- The Energy Outlook considers the energy transition from three different viewpoints (sectors, regions and fuels) and by exploring a number of different scenarios.
- In the Evolving Transition scenario, world GDP more than doubles by 2040, driven by increasing prosperity in fast-growing emerging economies, as more than 2.5 billion people are lifted from low incomes.
- This rising prosperity drives an increase in global energy demand, although the extent of this growth is offset by accelerating gains in energy efficiency: energy demand increases by only around one third over the next 25 years.
- Industrial demand for energy accounts for around half of the increase in energy consumption; growth in transport demand slows sharply relative to the past.
- The world continues to electrify, with almost 70% of the increase in primary energy going to the power sector.
- The share of vehicle kilometres powered by electricity increases, as the number of electric cars grows and they are used more intensively. The interaction of fully autonomous cars with shared mobility substantially boosts the intensity with which electric cars are driven.
- All of the growth in energy consumption is in fast-growing developing economies: China and India account for half of the growth in global energy demand.
- Renewable energy is the fastest-growing energy source, accounting for 40% of the increase in primary energy. The energy mix by 2040 is the most diversified the world has ever seen.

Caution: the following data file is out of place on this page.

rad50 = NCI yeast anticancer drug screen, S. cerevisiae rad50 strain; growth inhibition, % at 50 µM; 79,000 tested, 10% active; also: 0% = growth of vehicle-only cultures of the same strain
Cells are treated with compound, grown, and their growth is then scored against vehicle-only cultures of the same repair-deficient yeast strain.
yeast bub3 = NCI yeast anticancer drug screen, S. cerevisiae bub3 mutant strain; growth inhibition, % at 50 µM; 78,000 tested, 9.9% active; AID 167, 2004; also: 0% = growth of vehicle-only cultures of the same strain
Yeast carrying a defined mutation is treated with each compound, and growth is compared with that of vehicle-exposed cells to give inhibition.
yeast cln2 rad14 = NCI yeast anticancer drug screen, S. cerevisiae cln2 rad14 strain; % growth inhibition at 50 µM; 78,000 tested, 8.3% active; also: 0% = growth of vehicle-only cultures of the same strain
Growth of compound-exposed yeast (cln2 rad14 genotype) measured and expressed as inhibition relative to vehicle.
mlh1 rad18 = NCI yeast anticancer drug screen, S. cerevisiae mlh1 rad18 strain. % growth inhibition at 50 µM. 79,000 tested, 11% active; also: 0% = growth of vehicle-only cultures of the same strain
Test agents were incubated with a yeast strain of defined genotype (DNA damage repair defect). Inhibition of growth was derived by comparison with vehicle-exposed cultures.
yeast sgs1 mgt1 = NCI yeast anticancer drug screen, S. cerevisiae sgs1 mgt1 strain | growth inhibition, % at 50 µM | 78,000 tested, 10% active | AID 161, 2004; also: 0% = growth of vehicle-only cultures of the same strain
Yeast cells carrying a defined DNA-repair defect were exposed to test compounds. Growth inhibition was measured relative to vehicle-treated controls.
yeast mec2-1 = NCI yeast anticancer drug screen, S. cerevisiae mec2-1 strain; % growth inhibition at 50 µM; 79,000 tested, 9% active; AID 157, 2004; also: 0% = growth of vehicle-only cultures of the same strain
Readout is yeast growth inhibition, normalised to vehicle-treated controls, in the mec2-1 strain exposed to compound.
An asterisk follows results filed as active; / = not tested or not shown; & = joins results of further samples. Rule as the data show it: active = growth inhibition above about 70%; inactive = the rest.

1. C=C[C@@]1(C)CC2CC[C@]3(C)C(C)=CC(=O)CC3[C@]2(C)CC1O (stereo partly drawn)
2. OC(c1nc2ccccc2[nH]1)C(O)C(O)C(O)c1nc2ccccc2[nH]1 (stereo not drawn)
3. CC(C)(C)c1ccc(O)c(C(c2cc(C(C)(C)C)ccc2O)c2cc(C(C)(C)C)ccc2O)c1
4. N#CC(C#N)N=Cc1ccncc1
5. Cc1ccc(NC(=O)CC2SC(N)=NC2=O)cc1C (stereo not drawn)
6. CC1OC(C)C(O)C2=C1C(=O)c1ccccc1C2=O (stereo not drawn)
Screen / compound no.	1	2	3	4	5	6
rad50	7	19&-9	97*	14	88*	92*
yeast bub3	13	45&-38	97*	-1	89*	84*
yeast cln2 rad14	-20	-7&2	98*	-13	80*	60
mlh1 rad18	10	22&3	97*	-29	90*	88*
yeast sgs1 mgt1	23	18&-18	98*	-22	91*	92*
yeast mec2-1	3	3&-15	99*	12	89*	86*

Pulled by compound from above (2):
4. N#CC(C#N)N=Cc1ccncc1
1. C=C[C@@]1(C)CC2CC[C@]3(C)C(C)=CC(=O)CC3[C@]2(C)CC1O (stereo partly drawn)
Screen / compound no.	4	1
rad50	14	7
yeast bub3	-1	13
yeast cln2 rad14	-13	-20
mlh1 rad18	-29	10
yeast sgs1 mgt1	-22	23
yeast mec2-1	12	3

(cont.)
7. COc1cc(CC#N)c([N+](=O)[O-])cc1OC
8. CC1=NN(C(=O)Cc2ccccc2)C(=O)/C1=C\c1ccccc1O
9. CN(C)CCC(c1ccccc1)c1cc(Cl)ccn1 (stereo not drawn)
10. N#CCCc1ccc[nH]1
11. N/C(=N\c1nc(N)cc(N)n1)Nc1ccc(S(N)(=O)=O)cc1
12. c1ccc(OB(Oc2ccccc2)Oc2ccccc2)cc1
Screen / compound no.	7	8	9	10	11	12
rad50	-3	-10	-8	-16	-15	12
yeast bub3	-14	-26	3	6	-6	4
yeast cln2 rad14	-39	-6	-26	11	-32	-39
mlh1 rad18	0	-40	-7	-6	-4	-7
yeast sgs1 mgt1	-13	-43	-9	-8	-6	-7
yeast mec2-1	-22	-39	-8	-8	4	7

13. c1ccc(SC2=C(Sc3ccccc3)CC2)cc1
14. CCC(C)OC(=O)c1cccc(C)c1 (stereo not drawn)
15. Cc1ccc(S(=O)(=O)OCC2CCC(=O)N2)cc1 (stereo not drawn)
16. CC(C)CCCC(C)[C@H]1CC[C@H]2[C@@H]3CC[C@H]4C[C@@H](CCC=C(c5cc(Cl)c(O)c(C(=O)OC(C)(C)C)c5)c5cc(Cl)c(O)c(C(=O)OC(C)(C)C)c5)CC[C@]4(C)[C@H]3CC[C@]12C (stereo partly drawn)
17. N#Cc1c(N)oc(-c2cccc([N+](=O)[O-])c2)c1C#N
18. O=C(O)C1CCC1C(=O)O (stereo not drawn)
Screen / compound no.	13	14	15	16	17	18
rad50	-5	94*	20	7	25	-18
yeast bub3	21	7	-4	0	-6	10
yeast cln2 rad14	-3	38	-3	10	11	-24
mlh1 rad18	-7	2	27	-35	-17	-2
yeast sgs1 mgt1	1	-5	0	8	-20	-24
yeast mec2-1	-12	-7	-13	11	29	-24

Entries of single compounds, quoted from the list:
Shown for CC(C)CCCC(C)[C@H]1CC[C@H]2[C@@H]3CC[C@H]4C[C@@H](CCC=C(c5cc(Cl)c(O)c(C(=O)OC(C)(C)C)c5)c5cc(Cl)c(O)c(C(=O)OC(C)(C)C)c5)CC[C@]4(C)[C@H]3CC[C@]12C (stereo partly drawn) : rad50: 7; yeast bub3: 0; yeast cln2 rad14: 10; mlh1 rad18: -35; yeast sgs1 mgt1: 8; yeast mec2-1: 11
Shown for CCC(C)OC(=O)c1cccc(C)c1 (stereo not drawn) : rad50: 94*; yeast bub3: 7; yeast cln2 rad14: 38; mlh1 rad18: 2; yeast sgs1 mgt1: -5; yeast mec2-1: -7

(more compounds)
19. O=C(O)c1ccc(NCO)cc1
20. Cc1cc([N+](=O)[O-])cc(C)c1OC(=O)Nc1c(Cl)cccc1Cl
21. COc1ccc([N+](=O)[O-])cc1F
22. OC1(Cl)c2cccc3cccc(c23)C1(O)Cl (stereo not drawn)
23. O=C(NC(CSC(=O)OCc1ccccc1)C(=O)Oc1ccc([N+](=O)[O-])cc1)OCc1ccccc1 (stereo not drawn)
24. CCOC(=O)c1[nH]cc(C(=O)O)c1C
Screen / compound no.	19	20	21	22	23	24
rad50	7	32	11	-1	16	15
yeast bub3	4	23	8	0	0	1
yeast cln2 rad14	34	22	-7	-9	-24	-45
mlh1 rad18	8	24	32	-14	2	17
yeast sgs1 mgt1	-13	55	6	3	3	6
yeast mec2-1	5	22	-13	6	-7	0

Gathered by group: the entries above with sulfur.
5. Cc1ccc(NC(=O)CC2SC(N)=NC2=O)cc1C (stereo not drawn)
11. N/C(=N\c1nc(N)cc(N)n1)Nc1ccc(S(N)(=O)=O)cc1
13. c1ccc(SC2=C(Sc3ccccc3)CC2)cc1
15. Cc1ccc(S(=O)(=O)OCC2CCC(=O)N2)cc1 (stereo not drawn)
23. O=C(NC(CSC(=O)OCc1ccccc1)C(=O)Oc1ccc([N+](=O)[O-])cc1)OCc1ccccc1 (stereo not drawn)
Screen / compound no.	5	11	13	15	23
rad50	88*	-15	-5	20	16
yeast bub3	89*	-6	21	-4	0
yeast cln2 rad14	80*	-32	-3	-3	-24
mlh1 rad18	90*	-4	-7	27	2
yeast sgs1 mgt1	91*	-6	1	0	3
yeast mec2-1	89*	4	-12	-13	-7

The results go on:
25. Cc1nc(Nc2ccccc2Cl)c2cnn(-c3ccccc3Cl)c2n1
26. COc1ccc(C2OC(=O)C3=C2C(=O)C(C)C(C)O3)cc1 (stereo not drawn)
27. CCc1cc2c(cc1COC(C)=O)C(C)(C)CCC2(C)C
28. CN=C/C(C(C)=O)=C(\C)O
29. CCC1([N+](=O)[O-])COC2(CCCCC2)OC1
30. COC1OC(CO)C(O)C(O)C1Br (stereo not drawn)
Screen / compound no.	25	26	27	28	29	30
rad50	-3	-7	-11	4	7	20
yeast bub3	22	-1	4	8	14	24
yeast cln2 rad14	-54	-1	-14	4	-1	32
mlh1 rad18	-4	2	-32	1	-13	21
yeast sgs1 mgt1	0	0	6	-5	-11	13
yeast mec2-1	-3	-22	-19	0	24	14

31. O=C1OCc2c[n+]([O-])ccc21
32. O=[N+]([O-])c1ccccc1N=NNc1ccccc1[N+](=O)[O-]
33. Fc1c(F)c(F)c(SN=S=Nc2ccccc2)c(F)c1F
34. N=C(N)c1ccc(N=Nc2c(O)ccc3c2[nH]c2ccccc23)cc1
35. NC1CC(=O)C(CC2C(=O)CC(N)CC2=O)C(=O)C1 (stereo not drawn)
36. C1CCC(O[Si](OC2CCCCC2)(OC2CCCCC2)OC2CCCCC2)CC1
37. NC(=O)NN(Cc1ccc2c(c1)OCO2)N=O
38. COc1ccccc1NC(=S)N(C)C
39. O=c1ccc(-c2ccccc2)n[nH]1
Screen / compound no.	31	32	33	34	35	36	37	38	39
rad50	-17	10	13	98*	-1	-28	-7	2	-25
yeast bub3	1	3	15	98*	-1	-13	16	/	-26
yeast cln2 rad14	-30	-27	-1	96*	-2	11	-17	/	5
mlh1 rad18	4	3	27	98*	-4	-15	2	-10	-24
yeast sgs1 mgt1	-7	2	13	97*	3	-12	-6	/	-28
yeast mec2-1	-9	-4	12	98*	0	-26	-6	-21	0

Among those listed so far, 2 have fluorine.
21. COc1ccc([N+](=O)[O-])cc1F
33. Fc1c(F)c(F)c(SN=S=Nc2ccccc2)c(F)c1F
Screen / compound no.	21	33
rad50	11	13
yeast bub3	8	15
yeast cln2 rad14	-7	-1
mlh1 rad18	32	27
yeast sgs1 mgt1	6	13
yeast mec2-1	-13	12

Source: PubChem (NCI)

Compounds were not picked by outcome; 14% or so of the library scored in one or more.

- Demand for oil and other liquid fuels grows over much of the Outlook, but gradually slows and plateaus in the later years of the Outlook.
- The increase in liquids production is initially dominated by US tight oil, but is late driven by OPEC, as members adopt a strategy of increasing their market share.
- Natural gas grows strongly, supported by broad-based demand and the continuing expansion of liquefied natural gas (LNG) increasing the availability of gas globally.
- Global coal consumption flatlines, with Chinese coal demand declining.
- In the ET scenario, carbon emissions continue to rise, signalling the need for a comprehensive set of actions to achieve a decisive break from the past.
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